Friday, April 1, 2011

An Italian Take on Mexican Food (updated, with more pics)


...wherein I pay homage to my two favorite types of cuisine.

The above picture was taken waaaaay back (relatively speaking) in the 2008-2009 era of my life, back in the apartment north of Greenlake when I was living with Laurel. It's Mexican Lasagna! I used Pastor Ryan's recipe from the Pioneer Woman's website as the base concept, and changed it a little to suit my needs (mostly so that it would fit in my very-short-and-not-really-meant-for-huge-casseroles glass 9x13 pan).

I've made this dish a total of 3 times now, for various ravaging crowds, with great success and feedback. The first time, it was just me and my friend Dion. Despite the fact that the recipe was shrunken by about 1/3, and the fact that we each had at least 2 huge servings that night, there were still enough leftovers to last me a week's worth of meals.

100_1730 Danksauce.

The second time was for band practice at my friend Scot's house, which is full of stoney male musicians. I hazily (through the remember it taking a REALLY LONG TIME to prep all the ingredients. We snacked our way through a few bags of chips and a big bowl of pico de gallo during the 1-2 hrs between me arriving with my bags of groceries and the "lasagna" coming out of the oven.


And the last time I made it, I got all fancy (with the food, not with the picture-taking, clearly) and garnished it with sliced avocados and olives and cilantro. As you can see, I was smart about it that time and split it into two pans, which allowed for more mouths to be fed.

Lately, I've been inspired by the concept of taking the regional tastes (vegetables, seasonings, cheeses, bread products) of one geographic area and applying them to a regional dish/concept of a dish of a different geographical area. It's worked out pretty well so far.


For example: a week or two ago, we (mah luvuh and I) made geek nachos. We substituted pita chips for tortilla chips, feta & chevre for cheddar, and added diced red onion, diced fennel bulb, sundried & fresh tomatoes, and olives.


It ended up a little dry, and neither the feta nor the chevre (Bee-tee-dubs, I'm totally aware that chevre is French, not Greek. But if we want to get technical, cheddar is originally English, so clearly, we don't want to get technical because that would entail questioning one of the best combinations of cheese and crunchy corn products ever.)--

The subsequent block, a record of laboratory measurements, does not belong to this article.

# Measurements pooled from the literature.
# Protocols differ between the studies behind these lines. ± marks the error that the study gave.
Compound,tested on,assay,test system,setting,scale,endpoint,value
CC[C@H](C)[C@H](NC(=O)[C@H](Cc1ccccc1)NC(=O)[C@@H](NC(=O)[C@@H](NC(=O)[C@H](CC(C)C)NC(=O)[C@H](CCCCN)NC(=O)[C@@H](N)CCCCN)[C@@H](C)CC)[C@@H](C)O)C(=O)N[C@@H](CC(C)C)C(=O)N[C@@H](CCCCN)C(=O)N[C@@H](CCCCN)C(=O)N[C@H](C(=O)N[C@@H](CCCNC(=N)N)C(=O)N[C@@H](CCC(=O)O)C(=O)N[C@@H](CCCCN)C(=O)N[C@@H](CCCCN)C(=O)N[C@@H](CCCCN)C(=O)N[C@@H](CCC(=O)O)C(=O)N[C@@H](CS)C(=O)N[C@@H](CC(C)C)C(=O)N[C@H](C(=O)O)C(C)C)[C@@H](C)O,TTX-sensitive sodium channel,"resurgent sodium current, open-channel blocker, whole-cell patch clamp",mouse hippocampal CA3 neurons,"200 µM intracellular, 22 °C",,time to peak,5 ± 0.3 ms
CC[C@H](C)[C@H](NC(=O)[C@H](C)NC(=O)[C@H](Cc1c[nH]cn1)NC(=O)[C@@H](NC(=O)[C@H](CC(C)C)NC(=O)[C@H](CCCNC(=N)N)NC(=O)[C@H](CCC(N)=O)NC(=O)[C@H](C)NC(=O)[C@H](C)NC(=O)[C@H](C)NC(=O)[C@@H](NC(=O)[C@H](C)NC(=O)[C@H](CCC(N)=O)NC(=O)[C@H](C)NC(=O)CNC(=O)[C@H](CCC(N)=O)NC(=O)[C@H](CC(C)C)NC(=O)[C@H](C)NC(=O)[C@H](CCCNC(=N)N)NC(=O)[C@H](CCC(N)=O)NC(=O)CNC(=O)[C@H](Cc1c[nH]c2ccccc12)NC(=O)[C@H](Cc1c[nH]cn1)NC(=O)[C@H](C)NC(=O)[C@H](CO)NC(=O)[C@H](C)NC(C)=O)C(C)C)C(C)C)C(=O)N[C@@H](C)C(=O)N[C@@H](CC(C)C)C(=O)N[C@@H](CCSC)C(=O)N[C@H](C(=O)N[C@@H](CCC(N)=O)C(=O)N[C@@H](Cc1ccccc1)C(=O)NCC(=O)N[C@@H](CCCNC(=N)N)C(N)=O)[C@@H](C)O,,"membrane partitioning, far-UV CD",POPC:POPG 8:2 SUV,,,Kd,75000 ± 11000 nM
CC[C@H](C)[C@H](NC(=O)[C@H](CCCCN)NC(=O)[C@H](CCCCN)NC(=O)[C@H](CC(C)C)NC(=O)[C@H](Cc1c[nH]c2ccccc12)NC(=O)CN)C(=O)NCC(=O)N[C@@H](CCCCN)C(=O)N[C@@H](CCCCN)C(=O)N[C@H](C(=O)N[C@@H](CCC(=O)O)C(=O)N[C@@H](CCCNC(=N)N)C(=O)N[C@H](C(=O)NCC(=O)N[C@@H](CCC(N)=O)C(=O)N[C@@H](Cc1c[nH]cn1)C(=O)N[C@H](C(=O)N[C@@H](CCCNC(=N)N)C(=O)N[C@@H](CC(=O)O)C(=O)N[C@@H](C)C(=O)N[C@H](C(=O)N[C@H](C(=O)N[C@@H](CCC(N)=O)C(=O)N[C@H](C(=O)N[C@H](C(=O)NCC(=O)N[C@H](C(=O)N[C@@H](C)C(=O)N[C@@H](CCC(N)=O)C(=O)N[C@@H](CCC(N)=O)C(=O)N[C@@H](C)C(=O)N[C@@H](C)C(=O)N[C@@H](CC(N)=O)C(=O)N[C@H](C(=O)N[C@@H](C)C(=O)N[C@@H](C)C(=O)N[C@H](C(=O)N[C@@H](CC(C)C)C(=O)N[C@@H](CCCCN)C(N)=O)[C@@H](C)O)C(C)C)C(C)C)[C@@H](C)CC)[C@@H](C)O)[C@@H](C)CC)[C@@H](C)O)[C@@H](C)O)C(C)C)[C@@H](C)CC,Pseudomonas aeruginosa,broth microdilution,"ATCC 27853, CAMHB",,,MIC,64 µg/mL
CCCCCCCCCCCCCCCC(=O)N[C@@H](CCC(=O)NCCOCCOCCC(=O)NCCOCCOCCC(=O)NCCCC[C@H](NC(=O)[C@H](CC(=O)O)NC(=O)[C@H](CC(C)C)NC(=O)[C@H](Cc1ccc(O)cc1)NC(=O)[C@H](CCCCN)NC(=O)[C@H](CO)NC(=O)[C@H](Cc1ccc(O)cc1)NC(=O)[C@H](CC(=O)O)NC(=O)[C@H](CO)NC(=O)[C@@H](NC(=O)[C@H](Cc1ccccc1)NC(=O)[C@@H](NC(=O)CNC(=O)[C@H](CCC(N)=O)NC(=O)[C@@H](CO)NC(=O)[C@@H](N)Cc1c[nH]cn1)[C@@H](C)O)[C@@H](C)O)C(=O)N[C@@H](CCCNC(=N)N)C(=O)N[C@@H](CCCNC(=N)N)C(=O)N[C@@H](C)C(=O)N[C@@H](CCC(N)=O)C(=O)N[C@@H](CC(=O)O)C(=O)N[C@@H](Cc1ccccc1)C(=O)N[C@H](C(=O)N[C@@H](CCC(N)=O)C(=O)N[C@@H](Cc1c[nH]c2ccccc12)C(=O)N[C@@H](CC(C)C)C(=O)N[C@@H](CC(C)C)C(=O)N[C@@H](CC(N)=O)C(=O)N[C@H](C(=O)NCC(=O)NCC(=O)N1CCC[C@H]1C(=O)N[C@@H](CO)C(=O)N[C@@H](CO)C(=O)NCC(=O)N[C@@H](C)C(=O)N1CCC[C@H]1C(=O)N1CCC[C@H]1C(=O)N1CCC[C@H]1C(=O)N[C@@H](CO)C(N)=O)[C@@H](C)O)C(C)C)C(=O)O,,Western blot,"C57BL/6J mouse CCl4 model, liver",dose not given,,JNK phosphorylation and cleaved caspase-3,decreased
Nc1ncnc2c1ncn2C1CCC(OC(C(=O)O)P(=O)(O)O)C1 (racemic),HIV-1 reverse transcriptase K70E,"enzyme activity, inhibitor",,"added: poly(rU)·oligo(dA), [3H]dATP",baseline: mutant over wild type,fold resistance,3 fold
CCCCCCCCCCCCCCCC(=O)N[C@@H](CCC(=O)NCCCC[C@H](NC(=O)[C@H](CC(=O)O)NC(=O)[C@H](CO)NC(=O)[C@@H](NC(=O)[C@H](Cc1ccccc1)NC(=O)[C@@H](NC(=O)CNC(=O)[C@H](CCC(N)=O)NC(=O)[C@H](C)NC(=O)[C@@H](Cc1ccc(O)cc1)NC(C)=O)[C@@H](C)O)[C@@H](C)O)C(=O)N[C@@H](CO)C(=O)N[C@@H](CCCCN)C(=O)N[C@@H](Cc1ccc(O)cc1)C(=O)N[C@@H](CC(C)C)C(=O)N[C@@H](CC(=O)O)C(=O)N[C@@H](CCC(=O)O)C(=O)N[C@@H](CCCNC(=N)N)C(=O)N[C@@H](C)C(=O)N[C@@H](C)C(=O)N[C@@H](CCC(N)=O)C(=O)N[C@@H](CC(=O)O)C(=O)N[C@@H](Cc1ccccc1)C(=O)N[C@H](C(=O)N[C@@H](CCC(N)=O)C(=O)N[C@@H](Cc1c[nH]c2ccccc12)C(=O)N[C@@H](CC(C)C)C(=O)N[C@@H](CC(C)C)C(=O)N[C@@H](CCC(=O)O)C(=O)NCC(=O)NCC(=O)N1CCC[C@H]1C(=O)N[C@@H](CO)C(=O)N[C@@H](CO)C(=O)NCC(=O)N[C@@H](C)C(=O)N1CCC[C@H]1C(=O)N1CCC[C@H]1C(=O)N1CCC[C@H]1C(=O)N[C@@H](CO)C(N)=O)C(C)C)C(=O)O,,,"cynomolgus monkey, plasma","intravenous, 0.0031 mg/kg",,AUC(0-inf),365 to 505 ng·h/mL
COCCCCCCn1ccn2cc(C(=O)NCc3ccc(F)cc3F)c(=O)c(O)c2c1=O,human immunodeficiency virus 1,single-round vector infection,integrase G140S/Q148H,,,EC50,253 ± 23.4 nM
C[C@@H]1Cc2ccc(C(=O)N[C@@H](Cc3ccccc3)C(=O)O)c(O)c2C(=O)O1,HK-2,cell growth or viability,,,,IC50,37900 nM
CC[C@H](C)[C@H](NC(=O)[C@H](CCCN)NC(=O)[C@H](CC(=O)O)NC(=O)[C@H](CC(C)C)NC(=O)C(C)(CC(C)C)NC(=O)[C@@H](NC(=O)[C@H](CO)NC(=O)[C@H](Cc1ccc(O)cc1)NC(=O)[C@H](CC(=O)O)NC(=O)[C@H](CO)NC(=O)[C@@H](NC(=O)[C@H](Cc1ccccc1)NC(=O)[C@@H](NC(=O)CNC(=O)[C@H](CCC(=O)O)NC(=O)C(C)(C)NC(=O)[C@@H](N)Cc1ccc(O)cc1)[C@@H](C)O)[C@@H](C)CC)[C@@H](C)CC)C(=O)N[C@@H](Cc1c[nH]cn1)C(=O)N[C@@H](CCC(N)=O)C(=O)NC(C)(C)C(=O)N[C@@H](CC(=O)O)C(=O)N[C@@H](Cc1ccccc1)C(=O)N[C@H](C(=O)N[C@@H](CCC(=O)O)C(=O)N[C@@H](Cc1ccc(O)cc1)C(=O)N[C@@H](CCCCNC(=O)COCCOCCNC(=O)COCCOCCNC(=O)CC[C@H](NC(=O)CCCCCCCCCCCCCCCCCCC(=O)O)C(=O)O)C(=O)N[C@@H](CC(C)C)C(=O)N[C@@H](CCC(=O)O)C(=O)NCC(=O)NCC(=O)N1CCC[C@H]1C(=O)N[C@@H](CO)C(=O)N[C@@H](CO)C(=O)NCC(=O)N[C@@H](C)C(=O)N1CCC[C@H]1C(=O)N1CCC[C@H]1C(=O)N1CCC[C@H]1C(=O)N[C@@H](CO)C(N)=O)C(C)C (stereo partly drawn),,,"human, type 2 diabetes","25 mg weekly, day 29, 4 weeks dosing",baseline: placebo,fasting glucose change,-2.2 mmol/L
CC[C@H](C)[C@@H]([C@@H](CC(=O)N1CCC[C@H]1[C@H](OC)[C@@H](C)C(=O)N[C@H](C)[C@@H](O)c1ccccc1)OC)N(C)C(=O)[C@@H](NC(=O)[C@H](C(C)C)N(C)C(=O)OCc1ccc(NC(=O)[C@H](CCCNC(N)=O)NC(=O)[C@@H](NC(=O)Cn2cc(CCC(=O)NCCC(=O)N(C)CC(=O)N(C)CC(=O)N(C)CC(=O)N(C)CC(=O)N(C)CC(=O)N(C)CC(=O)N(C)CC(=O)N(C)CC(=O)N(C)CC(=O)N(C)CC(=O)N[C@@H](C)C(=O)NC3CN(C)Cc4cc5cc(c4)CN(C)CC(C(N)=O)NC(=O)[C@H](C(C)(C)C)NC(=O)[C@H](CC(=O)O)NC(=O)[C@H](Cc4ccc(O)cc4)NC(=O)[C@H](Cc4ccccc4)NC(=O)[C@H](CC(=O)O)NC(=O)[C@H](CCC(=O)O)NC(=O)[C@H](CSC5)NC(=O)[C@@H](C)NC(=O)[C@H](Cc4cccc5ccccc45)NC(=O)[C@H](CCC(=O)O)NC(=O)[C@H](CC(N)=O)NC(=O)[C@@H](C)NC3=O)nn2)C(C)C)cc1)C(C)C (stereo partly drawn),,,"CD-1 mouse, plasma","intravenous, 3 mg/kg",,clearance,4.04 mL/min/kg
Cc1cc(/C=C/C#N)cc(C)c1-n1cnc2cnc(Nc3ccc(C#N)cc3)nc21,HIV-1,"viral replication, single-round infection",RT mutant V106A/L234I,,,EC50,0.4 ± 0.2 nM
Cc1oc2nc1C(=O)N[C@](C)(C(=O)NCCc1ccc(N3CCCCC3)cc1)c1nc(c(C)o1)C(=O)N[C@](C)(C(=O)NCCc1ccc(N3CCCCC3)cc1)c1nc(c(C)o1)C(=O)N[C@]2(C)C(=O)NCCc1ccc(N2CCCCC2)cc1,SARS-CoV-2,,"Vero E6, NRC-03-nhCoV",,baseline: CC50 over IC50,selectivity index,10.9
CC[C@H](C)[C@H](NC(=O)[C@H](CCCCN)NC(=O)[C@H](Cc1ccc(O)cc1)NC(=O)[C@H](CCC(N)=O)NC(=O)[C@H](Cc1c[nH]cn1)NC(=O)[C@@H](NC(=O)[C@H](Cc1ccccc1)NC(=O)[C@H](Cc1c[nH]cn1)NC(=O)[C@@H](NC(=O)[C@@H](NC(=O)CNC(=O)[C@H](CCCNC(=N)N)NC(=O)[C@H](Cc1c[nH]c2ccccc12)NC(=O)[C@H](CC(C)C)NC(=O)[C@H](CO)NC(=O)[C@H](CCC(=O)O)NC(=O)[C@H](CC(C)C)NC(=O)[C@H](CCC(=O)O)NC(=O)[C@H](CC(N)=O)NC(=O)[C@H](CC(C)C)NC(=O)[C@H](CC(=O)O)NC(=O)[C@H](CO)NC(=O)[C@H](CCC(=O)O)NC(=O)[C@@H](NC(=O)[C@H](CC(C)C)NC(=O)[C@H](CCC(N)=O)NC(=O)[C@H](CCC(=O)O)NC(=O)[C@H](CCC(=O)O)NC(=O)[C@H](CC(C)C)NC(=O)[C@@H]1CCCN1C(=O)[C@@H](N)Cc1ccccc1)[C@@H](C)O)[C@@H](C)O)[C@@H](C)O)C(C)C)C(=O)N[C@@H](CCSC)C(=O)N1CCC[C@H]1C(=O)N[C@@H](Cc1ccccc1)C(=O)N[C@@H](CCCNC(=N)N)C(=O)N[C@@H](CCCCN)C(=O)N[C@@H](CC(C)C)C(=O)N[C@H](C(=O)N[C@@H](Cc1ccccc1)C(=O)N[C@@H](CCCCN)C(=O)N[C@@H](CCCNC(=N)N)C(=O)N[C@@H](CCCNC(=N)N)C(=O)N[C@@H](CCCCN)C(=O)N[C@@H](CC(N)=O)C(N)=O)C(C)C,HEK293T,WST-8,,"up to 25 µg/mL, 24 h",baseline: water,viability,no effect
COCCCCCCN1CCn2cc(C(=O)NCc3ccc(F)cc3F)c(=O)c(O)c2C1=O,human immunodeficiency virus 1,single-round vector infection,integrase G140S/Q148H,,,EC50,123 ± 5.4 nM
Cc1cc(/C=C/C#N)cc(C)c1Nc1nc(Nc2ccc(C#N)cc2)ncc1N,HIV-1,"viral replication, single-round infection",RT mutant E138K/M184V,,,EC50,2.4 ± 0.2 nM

*exhale*, anyway, the chevre and feta didn't get all melty-stretchy like cheddar does (which I should have predicted), and the whole thing ended up kind of dry, and didn't really hold together at all. If I were to try it again, I'd use some mozz or some other kind of melty cheese in addition to the feta, and I might toss the chips in some olive oil before adding everything on top.

And then, last night...

(insert photo of delectable food here)

...I made Mexican pizza. The idea was born out of my desire to try out my recently-acquired pizza stone (which is actually just being lent to me by my parents) and my desire to use up some of the large amount of leftover enchilada sauce in the fridge.

Disclaimer: The gods of sangria and hunger kept me from remembering to take a picture of the pizza I made (and the amazing pre-packaged sliced chorizo I found at Trader Joe's), but it's definitely something I'm going to make (and probably rework a bit) in the future, so there will be a photo! Eventually!

Anywho, as you can probably imagine, I used the basic concept of pizza (thin-ish round of dough, topped with some kind of sauce, then cheese, then meat and veggies and maybe herbs), and just substituted the typical Italian or Americanized-Italian ingredients with Mexican/Spanish/Americanized-Mexican ones. For last night's rendition, that meant enchilada sauce as a base, then jalepeno-jack and mozz (for strechy-/melty-ness) cheeses, sliced chorizo and Spanish salami, sliced red onions, and then topped with fresh diced tomatoes and cilantro once it was out of the oven.

It was heavenly. Granted, the crust was a bit thicker than I would've liked, which led to me piling on copious amounts of everything to balance out the bread-to-topping ratio. Next time, I'll do a thinner crust and less toppings, so the flavors aren't vying for attention and overwhelming any unsuspecting mouths.

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